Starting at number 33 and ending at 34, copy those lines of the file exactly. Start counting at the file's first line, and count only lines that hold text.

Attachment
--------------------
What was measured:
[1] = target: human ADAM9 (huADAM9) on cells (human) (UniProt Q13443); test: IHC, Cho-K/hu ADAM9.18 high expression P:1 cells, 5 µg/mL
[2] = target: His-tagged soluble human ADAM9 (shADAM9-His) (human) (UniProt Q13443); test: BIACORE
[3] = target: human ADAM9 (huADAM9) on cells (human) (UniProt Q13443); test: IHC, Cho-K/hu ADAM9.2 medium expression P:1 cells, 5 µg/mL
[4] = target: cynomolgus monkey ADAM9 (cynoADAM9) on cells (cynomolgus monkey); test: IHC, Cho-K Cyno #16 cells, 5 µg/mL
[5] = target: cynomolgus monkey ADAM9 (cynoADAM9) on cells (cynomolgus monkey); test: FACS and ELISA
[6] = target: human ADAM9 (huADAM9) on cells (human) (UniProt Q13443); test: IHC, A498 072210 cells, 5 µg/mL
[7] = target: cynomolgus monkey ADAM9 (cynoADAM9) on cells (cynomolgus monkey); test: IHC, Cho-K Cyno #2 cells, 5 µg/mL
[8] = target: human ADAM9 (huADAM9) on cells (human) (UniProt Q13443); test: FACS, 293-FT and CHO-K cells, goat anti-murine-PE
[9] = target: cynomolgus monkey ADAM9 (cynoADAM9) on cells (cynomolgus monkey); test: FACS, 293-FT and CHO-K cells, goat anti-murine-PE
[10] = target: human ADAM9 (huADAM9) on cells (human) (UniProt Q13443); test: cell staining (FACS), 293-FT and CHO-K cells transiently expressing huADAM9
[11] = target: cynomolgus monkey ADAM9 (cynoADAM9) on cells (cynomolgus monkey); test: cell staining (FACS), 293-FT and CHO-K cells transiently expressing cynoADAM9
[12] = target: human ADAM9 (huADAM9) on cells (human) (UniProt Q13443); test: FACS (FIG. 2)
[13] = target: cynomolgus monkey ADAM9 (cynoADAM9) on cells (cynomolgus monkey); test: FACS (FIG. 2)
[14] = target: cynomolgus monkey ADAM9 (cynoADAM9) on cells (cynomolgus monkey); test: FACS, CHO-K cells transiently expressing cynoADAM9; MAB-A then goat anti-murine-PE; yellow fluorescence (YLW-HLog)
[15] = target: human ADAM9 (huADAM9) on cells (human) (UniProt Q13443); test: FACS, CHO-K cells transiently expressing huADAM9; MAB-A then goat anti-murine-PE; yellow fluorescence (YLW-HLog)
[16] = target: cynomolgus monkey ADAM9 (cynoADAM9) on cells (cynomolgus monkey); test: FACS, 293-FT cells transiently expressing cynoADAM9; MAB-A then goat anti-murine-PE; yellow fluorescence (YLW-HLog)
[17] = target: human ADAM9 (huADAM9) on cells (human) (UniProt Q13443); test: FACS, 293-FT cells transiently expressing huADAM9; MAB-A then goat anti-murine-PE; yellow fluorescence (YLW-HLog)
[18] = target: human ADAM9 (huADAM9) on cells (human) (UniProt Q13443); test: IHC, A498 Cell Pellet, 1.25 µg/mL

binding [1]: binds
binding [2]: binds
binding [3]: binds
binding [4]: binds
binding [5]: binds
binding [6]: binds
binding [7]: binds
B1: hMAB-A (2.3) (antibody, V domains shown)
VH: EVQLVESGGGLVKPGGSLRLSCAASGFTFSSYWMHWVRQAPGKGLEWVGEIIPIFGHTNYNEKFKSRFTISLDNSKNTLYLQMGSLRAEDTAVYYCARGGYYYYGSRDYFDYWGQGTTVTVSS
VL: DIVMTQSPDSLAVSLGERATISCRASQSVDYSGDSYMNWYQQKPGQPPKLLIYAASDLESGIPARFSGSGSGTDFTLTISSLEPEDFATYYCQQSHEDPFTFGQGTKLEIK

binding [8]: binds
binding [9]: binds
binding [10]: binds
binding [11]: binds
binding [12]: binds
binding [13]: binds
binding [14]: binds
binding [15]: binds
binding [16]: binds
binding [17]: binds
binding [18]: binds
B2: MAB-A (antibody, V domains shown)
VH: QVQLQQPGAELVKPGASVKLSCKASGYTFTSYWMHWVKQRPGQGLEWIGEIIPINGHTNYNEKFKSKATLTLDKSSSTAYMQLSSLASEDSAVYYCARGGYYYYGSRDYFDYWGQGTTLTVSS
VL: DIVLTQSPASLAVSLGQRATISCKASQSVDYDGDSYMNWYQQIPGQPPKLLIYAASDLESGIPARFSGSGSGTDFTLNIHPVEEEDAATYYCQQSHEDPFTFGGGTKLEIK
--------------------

binding [11]: binds
binding [12]: binds